German filmmaker Werner Herzog has directed an eclectic array of documentaries, which feature his deliberate and thoughtful style of narration and on-camera interview techniques. “Nomad: In the Footsteps of Bruce Chatwin” is probably one of Herzog’s most personal documentaries of his career because British writer/adventurer Bruce Chatwin, who died of AIDS in 1989 at the age of 48, was one of Herzog’s good friends.

Before Chatwin died, he gave Herzog a rucksack that Chatwin had carried in his travels around the world. In the documentary, Herzog brings the rucksack and retraces a lot of Chatwin’s journeys to pay tribute to and get a better understanding of his late friend. The documentary includes voiceovers from Herzog and old recordings of Chatwin. Unlike most movies, which are divided into three acts, “Nomad” has eight chapters, all of which are titled in the film.

“Chapter One: The Skin of the Brontosaurus” has Herzog going to Patagonia, Chile, which was the subject of Chatwin’s 1977 travel book “In Patagonia.” He interviews Karin Eberhard, the great-granddaughter of 19th-century explorer Hermann Eberhard, who is credited with discovering the remains of a giant sloth. In this chapter of the documentary, Herzog goes to the Patagonia city of Punta Arenas, where he visits the Lord Lonsdale Shipwreck, as well as the grave for Charles Milward, the British consul who was a cousin of Chatwin’s grandmother Isobel. Milward reportedly gave a piece of giant sloth fur (which was sometimes mistaken for brontosaurus hide) to Isobel as a wedding gift. It was Chatwin’s dream to get a piece of a brontosaurus. In this chapter, Herzog also interviews Chatwin biographer Nicholas Shakespeare.

“Chapter Two: Landscapes of the Soul” has Herzog traveling to Avebury, Wiltshire, in England, where there is a stone many people believe has mythical force and powers. Silbury Hill was Chatwin’s “pivot, his mythical place of origin,” according to Herzog, who includes footage of tourists wearing masks over their eyes for protection from these mysterious forces. There’s also footage of how the magnetic forces work with metal prongs. Herzog also travels to Llanthony Priory in Wales, the location of where Bruce courted his wife Elizabeth, who is interviewed in this chapter.

“Bruce Chatwin was searching for strangeness,” Herzog comments in the film. He also notes that Chatwin liked Herzog’s 1969 “Signs of Life” movie with the windmills scene that Chatwin called “dangerous landscape,” according to Herzog. The filmmaker also travels to Coober Pedy, Australia, where Chatwin and Herzog first met. “We were both fascinated by Aboriginal mythology,” Herzog remembers.

“Chapter Three: Songs and Songlines” explores indigenous sounds in Australia, particularly at the Strehlow Research Centre. People interviewed in this chapter include musician Glenn Morrison and Alyawerre experts Michael Liddle Pula, Marcus Wheeler and Shawn Angeles Penange. “Our songlines are our way of contributing to the health of this planet,” says one of the Alyawerre commentators.

“Chapter Four: The Nomadic Alternative” is named for an unpublished Chatwin manuscript. Herzog travels to Tierra del Feugo in Argentina, where photos of nomads fascinated Chatwin. There’s some great footage of hand imprints on overhanging rocks that were left more than 10,000 years ago, as well as some photos of nomads, such as those showing nomads with painted bodies and a naked man lying down.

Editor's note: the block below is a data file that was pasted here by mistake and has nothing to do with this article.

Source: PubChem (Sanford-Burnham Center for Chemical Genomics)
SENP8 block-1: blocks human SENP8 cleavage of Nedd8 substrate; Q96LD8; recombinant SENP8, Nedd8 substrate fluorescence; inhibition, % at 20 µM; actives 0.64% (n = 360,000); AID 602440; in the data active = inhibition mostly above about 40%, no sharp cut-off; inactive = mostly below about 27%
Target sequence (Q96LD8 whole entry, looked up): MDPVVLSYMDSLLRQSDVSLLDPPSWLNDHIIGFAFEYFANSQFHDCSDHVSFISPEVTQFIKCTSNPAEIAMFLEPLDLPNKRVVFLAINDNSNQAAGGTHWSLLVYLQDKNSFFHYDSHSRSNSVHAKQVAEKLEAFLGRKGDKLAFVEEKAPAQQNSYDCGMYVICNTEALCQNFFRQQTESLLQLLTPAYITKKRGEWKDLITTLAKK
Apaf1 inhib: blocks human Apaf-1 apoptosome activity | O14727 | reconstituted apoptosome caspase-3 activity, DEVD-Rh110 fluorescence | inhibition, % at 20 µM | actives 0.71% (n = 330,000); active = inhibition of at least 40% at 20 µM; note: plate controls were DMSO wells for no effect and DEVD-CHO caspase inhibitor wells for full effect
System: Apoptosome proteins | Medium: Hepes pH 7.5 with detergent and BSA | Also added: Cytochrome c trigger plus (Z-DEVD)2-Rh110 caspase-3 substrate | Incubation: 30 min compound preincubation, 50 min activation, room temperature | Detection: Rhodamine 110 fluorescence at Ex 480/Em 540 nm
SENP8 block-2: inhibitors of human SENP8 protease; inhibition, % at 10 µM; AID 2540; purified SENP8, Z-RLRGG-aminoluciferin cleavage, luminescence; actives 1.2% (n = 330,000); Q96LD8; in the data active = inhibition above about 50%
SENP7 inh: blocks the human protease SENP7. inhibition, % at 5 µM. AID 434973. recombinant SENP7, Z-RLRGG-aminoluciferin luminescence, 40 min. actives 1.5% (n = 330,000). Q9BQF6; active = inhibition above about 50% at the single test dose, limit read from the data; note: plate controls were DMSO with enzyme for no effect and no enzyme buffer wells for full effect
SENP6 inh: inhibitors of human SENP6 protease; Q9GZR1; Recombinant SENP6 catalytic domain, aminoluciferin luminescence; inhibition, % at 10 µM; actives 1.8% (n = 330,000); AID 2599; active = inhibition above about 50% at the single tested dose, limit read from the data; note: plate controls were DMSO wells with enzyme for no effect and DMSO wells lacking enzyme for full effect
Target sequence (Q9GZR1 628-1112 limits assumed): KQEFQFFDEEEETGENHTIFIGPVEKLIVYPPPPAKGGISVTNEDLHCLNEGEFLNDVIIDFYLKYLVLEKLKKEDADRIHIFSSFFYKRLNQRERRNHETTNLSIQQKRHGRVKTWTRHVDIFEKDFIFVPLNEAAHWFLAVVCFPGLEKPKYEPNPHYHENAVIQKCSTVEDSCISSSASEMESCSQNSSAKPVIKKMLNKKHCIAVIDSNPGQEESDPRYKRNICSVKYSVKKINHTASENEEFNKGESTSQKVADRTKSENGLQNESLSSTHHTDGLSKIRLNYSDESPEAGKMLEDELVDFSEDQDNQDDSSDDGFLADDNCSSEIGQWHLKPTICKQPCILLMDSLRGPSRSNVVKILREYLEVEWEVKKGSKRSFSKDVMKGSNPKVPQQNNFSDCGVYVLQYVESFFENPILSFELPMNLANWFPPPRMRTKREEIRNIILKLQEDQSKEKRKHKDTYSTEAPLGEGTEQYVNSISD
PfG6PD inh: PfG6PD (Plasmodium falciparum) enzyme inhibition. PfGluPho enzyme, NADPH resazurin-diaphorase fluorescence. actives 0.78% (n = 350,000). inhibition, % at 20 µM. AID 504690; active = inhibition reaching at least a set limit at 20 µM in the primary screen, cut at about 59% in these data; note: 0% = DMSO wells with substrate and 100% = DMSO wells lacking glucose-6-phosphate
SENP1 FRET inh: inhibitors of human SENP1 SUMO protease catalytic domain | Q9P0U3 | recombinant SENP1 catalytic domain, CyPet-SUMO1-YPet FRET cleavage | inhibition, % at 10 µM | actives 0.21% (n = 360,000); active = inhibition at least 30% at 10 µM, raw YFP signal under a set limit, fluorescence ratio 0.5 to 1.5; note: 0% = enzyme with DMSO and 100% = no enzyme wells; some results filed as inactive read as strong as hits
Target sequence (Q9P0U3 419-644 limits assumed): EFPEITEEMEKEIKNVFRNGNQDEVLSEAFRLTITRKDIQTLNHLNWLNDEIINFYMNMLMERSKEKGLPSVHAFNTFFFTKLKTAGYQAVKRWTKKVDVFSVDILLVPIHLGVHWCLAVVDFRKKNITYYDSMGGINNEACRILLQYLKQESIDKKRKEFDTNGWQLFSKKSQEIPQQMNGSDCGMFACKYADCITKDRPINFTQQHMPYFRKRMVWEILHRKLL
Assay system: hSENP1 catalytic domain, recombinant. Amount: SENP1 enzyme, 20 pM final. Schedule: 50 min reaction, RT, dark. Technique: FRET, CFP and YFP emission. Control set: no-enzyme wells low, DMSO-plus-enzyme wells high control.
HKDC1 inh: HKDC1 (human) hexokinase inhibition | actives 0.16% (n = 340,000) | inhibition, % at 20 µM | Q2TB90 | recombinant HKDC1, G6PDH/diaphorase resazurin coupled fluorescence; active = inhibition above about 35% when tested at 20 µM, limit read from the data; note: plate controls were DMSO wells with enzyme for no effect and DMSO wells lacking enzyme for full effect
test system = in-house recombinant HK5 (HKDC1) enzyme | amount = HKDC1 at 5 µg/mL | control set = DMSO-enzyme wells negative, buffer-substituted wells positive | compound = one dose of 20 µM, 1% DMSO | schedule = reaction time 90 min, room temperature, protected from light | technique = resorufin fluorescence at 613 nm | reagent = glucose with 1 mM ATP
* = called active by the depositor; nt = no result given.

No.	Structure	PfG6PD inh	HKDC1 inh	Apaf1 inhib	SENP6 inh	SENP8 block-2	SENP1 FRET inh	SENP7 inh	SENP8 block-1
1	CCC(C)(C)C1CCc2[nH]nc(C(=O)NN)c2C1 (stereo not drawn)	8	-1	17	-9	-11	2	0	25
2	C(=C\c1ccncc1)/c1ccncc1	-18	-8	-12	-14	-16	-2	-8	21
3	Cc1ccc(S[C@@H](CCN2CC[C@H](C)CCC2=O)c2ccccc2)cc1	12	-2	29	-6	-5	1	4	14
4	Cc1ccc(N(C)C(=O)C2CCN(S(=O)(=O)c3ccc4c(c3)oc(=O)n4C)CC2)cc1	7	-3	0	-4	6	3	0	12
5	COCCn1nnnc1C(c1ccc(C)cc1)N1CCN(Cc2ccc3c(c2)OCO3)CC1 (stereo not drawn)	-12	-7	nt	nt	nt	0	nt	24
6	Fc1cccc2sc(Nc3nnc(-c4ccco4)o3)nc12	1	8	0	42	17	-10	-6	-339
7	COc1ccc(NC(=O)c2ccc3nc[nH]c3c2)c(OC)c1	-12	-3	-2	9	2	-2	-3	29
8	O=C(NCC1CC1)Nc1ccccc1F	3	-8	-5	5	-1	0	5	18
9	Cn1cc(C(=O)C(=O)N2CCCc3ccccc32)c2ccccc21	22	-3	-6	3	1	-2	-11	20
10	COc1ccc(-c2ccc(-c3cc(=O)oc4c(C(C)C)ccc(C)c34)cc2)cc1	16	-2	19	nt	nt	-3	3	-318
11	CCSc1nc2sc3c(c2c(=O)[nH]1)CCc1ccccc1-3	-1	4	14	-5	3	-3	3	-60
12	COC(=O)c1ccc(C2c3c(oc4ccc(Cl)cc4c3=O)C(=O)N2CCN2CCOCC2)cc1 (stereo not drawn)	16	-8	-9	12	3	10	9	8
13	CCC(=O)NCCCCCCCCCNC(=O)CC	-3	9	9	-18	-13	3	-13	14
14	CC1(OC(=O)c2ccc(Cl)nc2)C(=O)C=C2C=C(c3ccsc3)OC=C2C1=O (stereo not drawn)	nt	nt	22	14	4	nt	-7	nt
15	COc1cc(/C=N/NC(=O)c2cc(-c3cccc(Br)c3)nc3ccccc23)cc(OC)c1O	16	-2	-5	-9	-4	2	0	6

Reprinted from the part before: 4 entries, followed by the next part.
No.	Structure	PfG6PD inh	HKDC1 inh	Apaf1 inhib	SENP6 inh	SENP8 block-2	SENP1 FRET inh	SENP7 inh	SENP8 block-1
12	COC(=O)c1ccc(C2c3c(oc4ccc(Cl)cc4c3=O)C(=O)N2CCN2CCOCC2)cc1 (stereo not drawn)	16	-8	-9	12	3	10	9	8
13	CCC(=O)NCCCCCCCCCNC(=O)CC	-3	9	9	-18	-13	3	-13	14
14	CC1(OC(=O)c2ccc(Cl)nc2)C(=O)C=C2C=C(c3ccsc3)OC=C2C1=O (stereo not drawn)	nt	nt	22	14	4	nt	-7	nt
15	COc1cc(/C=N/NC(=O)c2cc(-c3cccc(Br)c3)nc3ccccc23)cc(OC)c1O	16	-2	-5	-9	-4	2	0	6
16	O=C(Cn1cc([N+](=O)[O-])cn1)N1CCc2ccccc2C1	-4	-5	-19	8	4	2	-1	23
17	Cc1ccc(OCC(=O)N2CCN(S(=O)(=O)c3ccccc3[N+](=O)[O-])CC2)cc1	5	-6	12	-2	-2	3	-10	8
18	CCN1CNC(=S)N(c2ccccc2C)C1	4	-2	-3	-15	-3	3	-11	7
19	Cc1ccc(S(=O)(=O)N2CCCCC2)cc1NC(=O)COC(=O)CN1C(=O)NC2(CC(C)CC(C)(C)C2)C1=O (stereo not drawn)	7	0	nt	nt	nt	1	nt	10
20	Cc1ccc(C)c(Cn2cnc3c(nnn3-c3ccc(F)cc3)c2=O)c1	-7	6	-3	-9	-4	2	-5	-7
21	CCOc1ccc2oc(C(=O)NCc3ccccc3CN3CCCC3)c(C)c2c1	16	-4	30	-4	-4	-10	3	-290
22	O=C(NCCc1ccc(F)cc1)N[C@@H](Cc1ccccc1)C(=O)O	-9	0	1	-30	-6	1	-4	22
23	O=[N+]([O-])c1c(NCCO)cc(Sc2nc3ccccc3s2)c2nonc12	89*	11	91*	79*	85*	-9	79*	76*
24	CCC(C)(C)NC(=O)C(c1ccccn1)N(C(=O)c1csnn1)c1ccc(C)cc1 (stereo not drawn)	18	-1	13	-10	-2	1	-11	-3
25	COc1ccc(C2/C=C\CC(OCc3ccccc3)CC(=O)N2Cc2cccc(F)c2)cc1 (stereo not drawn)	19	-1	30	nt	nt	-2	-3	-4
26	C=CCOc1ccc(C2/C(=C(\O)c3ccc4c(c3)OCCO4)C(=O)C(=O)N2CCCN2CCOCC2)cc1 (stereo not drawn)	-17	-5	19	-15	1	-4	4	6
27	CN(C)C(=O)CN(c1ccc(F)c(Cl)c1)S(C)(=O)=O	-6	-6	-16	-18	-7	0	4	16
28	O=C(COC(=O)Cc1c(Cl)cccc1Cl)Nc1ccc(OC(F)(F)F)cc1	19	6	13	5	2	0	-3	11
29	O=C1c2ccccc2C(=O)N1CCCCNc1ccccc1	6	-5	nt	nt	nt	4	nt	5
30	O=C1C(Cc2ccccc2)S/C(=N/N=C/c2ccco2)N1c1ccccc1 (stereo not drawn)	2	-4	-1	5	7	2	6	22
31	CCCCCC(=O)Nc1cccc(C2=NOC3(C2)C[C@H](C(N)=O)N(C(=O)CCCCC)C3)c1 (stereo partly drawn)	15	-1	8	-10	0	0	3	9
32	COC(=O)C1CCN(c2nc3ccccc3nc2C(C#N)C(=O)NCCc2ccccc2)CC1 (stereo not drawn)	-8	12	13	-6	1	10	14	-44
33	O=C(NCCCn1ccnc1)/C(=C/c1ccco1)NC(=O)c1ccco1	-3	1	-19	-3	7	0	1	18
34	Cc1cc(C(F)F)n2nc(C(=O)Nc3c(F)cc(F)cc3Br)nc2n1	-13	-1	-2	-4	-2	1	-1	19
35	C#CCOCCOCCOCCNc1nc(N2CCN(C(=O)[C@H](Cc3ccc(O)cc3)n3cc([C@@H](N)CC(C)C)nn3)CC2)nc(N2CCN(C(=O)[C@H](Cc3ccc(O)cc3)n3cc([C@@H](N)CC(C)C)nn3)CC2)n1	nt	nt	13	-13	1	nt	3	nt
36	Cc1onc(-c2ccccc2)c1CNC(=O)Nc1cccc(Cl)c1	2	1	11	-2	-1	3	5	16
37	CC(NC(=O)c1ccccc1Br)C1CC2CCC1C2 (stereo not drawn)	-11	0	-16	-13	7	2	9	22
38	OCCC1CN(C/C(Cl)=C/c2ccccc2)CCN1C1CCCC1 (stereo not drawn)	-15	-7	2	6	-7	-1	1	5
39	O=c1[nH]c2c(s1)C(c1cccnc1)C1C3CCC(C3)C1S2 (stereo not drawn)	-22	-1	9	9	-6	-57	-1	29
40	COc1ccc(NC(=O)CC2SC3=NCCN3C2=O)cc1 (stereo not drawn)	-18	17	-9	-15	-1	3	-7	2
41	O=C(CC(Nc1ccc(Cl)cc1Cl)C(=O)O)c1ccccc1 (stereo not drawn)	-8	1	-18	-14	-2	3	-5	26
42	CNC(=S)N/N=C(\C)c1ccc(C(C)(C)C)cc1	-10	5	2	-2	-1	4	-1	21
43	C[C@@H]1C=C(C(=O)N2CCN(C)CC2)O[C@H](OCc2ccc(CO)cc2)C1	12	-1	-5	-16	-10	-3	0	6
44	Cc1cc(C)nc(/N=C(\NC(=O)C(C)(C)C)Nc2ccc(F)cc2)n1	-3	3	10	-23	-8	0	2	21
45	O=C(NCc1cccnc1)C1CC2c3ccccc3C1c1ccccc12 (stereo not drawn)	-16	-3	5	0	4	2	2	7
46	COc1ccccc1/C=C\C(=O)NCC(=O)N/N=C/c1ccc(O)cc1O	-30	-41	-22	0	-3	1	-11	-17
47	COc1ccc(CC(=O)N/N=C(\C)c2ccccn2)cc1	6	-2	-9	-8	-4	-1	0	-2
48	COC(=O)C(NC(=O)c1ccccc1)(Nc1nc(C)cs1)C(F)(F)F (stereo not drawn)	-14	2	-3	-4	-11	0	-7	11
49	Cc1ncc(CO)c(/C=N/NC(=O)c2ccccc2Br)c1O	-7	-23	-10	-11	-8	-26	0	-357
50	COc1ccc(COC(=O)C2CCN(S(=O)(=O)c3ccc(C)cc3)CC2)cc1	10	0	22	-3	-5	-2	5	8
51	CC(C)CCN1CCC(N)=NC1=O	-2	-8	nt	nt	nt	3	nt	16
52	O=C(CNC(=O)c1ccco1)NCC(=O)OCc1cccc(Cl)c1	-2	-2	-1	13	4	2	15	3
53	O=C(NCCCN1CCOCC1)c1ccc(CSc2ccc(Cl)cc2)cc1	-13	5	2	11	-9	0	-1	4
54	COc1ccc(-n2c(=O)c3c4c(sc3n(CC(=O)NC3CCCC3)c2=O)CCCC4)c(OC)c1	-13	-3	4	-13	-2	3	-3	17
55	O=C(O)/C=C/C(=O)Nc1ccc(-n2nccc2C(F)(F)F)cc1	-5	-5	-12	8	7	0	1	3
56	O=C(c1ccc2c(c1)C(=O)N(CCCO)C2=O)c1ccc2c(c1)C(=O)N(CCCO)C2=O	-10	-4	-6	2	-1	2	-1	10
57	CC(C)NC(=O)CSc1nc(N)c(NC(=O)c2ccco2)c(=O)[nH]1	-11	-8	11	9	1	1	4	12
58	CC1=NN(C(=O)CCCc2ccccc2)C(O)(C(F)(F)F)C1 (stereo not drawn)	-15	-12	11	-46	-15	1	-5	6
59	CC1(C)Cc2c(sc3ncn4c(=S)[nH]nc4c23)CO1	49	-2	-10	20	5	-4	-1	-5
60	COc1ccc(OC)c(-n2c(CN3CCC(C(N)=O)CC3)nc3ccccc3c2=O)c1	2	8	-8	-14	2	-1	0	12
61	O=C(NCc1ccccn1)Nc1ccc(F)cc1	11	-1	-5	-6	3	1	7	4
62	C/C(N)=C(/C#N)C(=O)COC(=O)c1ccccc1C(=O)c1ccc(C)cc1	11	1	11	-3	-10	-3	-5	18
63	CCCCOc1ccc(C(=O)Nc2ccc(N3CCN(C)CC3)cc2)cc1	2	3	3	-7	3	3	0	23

“Chapter Five: Journey to the End of the World” finds Herzog in the remote La Isla Navariono in Chile.

“Chapter Six: Chatwin’s Rucksack” has Herzog back in Patagonia, where he carries the cherished rucksack and says that in his 1991 movie “Scream of Stone,” there’s a scene with someone with a rucksack, and that scene was a tribute to Chatwin.

“Chapter Seven: Cobra Verde” is a brief behind-the-scenes commentary on Herzog’s 1987 film “Cobra Verde,” which was based on “Bruce Chatwin’s 1980 novel “The Viceroy of Ouidah.”

“Chapter Eight: The Chapter Is Closed” circles back to Chatwin’s widow Elizabeth, who candidly talks about their open marriage. She says that she didn’t care that her husband Bruce was bisexual, and that he often invited his lovers into their home. Herzog also reads from the notebook containing the last line that Chatwin ever wrote.

“Nomad” is certainly going to appeal to fans of Herzog and Chatwin, as well as people who have a general interest in world travels. This is a quintessential arthouse film, so anyone who isn’t inclined to watch an artsy documentary will find a lot of this movie too slow-moving and dull for their tastes. The cinematography (by Louis Caulfield and Mike Paterson) has many stunning moments, which is to be expected in a Herzog film.

Herzog’s dry wit is present in the movie, but the wistfulness and sadness that he feels over his dear friend’s death can also be felt in the documentary. Above all, Herzog respectfully pays tribute to Chatwin in “Nomad,” and offers unique glimpses into Chatwin’s personality and intellectual curiosity in this celebration of Chatwin’s adventurous and full life.

UPDATE: Music Box Films will release “Nomad: In the Footsteps of Bruce Chatwin” in select U.S. virtual cinemas on August 26, 2020.